Bipolar disorder is one of the most misunderstood mental health conditions out there. If your perception of the illness is mainly shaped by pop culture depictions like Carrie’s counterterrorist exploits on Homeland, then spoiler alert: The reality of bipolar disorder is much more nuanced than it may seem. Keep reading to learn 14 key facts about bipolar disorder that everyone should know.
1. Bipolar disorder is a mental illness characterized by dramatic shifts in mood and behavior.
These shifts are referred to as “mood episodes,” according to the National Institute of Mental Health (NIMH). There are two main types of episodes: manic episodes and depressive episodes. (Hence why bipolar disorder used to be referred to as manic depression.)
In between these episodes, a person with bipolar disorder may have periods without symptoms of either mania or depression.
2. Bipolar depressive episodes tend to look a lot like classic depression.
Without knowing somebody’s medical history, it’s virtually impossible to determine whether their depression is the result of bipolar disorder or something like major depressive disorder, Dolores Malaspina, M.D., director of the Psychosis Program in the department of psychiatry at the Icahn School of Medicine at Mount Sinai, tells SELF.
But in general, the NIMH highlights these as the signs and symptoms of a bipolar depressive episode:
- Unusually low energy
- Decreased activity levels
- Feelings of hopelessness and despair
- Loss of enjoyment in activities
- Sleeping too little or too much
- Feeling worried or empty
- Eating too little or too much
- Trouble concentrating or remembering things
- Suicidal thoughts
Severe episodes of depression can also involve psychosis involving delusions or hallucinations, the NIMH notes.
3. Manic episodes are more complicated than simply being “up.”
Experiencing mania doesn’t necessarily mean a person is running around feeling invincible and happy, says Dr. Malaspina.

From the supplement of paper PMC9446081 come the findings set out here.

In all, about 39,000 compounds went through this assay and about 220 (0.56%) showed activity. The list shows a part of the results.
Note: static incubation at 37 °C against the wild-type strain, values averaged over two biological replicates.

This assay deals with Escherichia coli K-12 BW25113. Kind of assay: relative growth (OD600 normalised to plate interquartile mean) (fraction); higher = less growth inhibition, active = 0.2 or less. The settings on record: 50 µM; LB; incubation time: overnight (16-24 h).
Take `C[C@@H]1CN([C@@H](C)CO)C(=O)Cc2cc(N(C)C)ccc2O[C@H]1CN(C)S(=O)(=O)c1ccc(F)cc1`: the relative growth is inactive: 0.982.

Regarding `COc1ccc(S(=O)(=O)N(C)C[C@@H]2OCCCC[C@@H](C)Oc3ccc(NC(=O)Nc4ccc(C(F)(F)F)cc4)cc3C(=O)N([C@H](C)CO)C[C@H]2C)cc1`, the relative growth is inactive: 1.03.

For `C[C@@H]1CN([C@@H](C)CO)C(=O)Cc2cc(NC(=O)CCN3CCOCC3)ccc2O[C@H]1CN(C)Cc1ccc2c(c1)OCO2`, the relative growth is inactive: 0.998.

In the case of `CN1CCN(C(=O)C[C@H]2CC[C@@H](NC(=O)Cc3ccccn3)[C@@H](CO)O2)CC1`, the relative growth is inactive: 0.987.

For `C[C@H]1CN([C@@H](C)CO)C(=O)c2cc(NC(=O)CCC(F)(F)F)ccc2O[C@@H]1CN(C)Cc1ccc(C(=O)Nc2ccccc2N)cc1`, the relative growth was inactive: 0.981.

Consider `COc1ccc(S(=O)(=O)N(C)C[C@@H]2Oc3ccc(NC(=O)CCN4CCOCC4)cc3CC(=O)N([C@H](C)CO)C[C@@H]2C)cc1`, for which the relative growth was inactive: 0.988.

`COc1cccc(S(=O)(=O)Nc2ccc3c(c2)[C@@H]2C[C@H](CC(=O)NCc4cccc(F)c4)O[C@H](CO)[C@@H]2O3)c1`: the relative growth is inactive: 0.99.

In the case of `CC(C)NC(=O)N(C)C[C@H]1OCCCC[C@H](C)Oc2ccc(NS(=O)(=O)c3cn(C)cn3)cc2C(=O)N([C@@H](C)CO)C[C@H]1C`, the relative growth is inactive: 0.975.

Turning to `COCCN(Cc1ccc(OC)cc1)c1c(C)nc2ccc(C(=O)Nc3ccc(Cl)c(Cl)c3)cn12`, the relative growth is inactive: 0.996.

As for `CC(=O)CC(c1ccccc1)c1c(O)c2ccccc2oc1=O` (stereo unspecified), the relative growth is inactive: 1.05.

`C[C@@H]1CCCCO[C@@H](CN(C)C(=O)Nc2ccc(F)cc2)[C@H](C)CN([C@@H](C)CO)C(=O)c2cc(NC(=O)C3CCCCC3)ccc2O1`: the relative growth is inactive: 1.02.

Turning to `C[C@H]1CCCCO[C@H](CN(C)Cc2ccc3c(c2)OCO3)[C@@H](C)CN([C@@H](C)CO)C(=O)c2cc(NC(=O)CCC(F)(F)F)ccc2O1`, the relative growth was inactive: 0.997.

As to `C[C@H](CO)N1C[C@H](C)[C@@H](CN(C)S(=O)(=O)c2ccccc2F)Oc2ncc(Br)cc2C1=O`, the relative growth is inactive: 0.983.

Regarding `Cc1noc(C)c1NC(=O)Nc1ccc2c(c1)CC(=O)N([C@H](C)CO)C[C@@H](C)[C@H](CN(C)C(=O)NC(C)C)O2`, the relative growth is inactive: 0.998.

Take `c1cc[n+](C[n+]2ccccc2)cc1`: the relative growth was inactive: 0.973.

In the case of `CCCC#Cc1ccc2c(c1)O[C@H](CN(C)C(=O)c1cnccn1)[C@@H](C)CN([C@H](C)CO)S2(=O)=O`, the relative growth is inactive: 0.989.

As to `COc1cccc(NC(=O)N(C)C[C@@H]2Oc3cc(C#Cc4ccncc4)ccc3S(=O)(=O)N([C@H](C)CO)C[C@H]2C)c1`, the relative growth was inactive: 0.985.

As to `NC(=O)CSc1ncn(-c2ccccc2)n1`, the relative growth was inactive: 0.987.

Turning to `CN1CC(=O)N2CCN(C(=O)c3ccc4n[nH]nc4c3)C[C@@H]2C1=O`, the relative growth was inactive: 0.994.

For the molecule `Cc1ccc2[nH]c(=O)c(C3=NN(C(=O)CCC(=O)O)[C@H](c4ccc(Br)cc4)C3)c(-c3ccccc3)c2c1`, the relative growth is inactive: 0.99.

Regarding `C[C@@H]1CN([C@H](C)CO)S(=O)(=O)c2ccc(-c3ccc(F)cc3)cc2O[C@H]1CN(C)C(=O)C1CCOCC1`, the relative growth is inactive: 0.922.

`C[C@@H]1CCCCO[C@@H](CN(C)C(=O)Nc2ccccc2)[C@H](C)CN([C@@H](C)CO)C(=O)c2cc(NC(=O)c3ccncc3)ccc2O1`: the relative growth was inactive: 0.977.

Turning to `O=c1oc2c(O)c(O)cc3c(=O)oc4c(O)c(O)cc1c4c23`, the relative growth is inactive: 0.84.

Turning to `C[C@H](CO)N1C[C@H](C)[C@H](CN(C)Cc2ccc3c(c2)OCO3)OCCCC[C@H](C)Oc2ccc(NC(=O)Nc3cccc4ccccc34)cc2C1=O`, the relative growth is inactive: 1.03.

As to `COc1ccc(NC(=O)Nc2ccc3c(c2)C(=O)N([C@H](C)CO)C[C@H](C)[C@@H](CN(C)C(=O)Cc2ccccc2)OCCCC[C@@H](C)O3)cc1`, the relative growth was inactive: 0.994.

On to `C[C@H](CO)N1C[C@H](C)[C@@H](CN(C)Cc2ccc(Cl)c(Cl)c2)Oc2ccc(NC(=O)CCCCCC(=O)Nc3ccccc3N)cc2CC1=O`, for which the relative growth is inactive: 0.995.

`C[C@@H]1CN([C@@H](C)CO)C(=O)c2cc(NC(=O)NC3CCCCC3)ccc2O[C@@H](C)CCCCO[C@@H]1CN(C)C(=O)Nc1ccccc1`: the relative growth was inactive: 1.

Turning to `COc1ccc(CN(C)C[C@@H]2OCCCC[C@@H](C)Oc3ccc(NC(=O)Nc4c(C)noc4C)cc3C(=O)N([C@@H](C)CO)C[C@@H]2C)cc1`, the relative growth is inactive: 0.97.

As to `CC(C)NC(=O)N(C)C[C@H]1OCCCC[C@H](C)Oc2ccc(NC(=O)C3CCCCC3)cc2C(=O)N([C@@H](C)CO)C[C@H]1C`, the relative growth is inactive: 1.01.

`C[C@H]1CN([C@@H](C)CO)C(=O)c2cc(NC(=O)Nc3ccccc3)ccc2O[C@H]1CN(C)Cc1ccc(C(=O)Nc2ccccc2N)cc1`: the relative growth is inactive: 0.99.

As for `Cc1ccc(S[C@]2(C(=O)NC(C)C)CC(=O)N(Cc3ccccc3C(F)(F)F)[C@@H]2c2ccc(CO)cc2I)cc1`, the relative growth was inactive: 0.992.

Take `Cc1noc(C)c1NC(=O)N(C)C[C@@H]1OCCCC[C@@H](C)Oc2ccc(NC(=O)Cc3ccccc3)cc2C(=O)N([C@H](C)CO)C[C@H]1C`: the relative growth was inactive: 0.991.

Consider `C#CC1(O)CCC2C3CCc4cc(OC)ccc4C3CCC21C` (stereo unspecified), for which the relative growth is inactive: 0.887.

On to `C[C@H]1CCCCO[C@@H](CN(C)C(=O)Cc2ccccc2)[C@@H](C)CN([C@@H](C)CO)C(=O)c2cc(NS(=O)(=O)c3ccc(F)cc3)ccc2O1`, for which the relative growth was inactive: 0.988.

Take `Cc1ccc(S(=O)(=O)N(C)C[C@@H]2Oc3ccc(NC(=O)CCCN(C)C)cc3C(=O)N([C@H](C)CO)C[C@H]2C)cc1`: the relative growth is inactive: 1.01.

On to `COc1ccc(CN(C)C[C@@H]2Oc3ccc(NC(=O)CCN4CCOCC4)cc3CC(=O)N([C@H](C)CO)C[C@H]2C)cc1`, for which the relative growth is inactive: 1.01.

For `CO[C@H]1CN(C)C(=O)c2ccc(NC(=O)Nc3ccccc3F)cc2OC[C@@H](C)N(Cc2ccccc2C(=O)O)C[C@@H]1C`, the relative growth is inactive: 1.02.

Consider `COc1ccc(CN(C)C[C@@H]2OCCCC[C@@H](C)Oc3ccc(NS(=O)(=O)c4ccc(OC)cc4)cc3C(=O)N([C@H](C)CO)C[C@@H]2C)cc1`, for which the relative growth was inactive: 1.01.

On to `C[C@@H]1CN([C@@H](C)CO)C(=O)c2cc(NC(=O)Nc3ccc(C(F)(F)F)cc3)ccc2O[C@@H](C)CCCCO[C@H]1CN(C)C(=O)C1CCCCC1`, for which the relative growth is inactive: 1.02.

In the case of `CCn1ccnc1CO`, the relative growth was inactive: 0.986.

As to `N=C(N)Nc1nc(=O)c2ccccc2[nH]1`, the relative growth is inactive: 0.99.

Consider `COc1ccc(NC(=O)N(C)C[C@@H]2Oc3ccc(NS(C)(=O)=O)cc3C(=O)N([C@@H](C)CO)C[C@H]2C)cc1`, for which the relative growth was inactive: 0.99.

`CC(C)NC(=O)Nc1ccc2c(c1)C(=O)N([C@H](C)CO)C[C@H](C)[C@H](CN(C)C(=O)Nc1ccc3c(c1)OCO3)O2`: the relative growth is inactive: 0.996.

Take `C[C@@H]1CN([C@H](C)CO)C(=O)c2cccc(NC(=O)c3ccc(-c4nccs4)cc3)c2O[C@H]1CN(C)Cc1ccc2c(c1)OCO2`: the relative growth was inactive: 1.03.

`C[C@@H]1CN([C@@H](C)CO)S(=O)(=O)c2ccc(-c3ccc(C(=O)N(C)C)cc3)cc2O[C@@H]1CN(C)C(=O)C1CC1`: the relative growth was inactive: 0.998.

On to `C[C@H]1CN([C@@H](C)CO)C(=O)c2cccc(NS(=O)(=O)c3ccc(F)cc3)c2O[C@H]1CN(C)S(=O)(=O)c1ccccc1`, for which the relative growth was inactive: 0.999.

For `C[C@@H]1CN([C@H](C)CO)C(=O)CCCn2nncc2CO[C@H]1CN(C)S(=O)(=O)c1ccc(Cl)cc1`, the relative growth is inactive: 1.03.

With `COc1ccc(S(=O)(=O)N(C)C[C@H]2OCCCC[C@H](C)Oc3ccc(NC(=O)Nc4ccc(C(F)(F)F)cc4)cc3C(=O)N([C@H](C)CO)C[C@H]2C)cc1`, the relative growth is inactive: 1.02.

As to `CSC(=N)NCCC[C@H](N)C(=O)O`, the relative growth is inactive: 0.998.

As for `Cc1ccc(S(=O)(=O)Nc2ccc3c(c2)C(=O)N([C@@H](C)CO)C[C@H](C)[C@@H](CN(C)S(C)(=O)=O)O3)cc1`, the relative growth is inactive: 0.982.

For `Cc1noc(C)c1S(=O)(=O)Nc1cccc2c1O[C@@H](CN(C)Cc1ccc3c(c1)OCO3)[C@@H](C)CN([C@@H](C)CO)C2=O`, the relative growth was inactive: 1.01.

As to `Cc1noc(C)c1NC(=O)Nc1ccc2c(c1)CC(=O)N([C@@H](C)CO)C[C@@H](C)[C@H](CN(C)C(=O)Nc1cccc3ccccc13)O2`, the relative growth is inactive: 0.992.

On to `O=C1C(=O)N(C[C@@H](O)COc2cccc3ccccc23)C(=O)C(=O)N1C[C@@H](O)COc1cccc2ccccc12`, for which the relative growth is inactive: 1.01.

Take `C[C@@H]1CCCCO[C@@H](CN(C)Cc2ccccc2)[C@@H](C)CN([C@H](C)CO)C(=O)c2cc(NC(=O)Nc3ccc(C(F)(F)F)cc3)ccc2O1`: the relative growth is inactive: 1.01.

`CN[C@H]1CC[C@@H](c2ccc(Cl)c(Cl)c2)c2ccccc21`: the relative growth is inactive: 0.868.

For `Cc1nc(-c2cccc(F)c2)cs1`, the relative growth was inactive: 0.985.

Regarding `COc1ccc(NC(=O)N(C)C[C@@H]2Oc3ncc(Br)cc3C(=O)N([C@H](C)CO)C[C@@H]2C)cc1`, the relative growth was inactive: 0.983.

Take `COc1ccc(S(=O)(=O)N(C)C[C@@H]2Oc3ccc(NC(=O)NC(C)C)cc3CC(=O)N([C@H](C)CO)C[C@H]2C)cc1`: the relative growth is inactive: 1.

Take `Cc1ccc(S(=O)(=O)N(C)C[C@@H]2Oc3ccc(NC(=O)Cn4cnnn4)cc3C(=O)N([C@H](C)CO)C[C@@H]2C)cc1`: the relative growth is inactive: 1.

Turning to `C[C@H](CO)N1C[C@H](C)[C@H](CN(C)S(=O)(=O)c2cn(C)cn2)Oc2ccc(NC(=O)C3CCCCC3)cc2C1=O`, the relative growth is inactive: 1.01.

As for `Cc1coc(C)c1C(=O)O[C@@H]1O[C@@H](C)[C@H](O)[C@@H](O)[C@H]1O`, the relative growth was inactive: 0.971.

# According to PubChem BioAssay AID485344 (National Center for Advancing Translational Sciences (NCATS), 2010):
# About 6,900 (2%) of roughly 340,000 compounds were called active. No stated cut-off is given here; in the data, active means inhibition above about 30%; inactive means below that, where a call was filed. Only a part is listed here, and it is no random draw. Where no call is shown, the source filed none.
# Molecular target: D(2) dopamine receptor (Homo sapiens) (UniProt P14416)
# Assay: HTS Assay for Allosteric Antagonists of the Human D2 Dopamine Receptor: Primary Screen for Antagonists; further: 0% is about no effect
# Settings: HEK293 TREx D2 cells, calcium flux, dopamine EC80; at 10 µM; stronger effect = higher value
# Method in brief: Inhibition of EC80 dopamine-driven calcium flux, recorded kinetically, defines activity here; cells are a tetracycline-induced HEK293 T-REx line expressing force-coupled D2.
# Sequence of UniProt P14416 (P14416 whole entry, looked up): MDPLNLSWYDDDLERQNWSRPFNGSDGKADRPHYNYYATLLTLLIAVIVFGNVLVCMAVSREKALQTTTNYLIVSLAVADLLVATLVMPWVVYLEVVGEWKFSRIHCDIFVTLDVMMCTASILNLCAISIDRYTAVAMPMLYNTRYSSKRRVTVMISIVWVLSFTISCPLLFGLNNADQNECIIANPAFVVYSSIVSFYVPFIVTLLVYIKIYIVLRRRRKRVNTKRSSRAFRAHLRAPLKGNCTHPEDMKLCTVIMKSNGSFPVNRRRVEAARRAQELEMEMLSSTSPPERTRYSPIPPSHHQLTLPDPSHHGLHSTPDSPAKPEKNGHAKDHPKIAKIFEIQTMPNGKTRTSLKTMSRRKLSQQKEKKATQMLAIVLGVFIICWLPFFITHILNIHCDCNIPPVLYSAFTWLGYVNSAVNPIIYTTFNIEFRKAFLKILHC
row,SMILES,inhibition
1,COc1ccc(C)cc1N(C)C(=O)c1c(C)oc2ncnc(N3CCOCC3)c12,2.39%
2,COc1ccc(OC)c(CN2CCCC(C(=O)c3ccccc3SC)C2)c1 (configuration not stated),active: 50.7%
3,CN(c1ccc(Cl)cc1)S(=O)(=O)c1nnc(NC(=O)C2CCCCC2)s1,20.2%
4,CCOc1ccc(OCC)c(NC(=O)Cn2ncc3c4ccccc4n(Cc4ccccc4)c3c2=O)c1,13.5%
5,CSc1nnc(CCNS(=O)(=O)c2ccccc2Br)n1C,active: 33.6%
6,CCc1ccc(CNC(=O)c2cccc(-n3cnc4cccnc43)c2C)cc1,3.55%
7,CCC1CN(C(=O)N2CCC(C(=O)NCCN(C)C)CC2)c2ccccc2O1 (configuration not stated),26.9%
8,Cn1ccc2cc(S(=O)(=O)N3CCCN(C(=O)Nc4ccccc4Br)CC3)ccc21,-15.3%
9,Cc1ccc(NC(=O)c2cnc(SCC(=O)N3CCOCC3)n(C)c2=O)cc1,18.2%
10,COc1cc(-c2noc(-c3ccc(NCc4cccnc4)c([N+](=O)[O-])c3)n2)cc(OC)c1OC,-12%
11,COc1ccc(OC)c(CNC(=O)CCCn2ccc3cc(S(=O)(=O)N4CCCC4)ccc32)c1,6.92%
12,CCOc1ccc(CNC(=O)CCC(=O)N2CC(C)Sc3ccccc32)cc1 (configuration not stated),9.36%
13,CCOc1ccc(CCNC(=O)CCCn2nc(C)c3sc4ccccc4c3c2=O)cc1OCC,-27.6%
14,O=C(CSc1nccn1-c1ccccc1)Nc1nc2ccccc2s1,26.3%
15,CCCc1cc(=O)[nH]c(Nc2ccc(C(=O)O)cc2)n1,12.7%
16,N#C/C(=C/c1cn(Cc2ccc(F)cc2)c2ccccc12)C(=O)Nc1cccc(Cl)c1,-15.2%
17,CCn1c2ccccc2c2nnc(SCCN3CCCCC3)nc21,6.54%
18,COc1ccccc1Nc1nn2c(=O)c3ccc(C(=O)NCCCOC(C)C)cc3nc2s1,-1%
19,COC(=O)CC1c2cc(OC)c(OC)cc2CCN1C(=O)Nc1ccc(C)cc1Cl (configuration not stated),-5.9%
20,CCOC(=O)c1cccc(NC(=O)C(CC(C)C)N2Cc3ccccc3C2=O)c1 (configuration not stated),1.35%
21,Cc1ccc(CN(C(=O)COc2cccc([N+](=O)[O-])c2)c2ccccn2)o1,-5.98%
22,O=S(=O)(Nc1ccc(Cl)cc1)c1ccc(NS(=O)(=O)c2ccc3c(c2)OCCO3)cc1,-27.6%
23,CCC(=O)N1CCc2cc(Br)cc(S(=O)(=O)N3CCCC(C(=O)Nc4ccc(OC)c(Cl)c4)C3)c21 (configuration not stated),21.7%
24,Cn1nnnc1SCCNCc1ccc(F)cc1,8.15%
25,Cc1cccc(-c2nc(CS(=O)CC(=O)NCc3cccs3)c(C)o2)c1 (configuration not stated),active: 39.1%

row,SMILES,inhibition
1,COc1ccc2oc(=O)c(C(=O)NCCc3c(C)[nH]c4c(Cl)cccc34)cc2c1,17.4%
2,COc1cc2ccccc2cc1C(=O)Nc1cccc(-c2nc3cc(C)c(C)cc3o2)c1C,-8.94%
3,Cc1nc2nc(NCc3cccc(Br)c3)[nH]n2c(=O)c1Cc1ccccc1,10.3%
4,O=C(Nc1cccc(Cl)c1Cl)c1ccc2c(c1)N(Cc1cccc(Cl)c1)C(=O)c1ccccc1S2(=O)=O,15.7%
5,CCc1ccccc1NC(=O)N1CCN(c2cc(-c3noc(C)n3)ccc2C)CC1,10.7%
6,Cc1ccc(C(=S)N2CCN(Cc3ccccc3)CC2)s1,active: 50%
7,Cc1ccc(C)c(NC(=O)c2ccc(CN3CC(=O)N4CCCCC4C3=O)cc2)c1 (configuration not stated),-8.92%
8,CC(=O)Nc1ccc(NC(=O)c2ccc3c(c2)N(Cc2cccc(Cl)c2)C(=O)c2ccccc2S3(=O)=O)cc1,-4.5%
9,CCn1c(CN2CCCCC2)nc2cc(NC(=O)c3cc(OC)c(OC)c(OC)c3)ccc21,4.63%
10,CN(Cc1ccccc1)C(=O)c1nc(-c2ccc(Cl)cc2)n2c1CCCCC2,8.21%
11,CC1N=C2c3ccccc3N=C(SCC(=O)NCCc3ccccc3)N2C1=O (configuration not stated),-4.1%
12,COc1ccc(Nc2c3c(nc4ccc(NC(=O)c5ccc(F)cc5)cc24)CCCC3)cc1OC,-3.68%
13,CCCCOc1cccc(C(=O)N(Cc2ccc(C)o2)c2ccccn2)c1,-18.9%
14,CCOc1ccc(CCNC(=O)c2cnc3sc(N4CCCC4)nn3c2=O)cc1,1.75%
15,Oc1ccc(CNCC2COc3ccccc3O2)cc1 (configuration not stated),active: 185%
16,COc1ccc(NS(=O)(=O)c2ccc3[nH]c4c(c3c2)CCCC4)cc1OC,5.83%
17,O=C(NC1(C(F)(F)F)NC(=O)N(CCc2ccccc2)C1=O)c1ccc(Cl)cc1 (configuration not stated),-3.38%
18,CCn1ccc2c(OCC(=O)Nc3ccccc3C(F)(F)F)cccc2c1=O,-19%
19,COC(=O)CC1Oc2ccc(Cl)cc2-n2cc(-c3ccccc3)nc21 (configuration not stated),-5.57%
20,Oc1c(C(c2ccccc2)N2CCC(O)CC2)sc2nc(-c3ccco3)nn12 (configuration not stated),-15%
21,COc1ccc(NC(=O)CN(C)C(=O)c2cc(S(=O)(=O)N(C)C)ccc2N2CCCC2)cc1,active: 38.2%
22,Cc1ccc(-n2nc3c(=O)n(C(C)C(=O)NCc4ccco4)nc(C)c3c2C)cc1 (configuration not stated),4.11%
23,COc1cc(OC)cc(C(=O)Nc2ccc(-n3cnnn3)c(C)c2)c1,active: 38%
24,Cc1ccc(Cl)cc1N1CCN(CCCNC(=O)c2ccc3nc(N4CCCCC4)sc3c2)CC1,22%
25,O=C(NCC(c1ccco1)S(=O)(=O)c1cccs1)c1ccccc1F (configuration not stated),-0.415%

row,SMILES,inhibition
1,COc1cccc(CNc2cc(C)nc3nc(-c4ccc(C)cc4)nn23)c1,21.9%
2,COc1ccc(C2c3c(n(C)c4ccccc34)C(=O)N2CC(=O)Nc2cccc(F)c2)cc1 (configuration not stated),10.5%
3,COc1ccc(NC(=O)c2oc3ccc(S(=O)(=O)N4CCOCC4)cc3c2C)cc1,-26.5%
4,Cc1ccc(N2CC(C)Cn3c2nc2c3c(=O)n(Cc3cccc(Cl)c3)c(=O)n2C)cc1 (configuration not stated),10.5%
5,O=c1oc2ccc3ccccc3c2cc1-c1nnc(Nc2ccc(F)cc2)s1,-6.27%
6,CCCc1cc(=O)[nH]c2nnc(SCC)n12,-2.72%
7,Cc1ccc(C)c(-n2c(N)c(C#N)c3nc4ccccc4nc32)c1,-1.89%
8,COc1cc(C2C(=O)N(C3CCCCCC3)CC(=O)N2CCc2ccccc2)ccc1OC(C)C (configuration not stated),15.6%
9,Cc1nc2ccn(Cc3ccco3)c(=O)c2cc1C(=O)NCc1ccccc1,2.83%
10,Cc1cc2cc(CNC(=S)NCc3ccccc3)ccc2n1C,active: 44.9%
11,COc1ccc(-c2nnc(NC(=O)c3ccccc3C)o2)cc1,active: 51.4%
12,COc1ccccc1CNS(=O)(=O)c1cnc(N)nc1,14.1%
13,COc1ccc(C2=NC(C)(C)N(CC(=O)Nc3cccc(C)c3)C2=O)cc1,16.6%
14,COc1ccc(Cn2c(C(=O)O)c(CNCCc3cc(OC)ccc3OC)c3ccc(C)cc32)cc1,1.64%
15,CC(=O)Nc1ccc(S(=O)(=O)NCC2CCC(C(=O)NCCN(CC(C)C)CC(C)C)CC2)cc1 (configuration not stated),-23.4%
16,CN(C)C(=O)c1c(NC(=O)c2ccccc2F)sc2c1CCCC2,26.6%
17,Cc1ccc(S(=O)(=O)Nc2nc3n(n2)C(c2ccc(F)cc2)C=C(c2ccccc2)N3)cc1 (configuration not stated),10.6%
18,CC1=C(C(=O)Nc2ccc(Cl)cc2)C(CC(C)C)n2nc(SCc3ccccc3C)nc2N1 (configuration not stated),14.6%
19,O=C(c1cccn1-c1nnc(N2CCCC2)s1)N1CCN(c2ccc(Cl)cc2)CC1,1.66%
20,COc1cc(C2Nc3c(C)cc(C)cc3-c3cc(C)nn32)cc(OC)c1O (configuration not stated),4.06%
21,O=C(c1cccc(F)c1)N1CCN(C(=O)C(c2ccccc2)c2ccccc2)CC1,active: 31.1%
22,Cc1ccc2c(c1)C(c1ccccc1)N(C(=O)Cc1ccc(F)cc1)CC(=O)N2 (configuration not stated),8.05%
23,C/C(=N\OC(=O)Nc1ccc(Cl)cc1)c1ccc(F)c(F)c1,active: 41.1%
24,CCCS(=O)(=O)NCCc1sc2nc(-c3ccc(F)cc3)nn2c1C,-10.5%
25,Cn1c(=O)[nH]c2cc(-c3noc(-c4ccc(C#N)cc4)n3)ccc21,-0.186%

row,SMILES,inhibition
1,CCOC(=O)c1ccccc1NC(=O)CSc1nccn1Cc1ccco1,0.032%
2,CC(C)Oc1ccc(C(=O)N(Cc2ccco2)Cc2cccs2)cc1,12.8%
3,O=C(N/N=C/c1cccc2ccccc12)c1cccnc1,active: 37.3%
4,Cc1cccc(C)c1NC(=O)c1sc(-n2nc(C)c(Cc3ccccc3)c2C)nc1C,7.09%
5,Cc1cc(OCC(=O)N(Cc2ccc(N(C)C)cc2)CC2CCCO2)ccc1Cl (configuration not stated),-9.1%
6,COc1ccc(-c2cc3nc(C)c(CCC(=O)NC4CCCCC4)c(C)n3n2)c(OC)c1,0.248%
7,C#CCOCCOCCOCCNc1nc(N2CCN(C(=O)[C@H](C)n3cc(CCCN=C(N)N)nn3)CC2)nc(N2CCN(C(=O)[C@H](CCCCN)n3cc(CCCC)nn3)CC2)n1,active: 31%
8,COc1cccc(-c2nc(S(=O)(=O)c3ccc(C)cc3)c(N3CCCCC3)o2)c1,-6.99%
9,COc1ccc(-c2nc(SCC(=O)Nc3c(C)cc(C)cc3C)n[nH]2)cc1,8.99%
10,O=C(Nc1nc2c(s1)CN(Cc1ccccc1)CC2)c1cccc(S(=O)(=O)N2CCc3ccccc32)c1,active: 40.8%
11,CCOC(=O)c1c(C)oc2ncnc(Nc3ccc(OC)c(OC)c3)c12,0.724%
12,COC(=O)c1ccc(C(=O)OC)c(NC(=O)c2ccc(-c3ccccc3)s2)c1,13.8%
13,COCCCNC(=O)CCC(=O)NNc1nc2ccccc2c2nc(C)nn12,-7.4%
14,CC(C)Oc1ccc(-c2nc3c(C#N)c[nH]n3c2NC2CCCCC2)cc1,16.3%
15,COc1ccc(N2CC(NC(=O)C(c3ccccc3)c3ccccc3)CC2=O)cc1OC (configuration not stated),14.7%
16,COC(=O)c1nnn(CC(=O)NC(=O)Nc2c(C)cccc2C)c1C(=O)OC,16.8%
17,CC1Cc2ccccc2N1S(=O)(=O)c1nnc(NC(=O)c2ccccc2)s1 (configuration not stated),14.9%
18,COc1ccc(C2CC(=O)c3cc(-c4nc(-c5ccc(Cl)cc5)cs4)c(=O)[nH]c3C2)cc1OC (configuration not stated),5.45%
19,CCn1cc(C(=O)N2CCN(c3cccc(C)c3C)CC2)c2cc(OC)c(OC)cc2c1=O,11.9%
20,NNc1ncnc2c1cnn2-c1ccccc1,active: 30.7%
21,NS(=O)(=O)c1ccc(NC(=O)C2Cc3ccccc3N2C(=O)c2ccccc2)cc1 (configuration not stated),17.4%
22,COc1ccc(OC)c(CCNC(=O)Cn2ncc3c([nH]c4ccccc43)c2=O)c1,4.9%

As the NIMH explains, there are many different signs and symptoms of mania:
- Unusually high energy
- Increased activity levels
- Feeling wired or jumpy
- Feelings of elation
- Feelings of agitation or irritability
- Feelings of overconfidence
- Trouble sleeping
- Talking unusually quickly
- Trying to take on too many things at once
- Engaging in risky behavior, such as taking sexual or financial risks you wouldn’t otherwise
4. Hypomania can involve many of the same symptoms of mania but on a less severe scale.
“There are very different severities of the mood elevation,” Wendy Marsh, M.D., director of the Bipolar Disorders Specialty Clinic and an associate professor in the department of psychiatry at the University of Massachusetts Medical School, tells SELF. At the lower end of the spectrum is hypomania, which is when a person doesn’t experience a full-blown manic episode, but only some of the symptoms on a milder scale. “It can seem like useful, goal-oriented energy,” Dr. Malaspina says.
Some people only ever experience hypomania, but it’s also possible to experience full mania, which can eventually become dangerous. “You can have too much belief in yourself…[and] very poor judgment,” says Dr. Malaspina. This can contribute to behavior like having unprotected sex or investing all your money in a business venture, she says. This grandiose thinking can also escalate into delusion. “When someone has mania, they really need to be under a doctor’s care,” Dr. Malaspina says.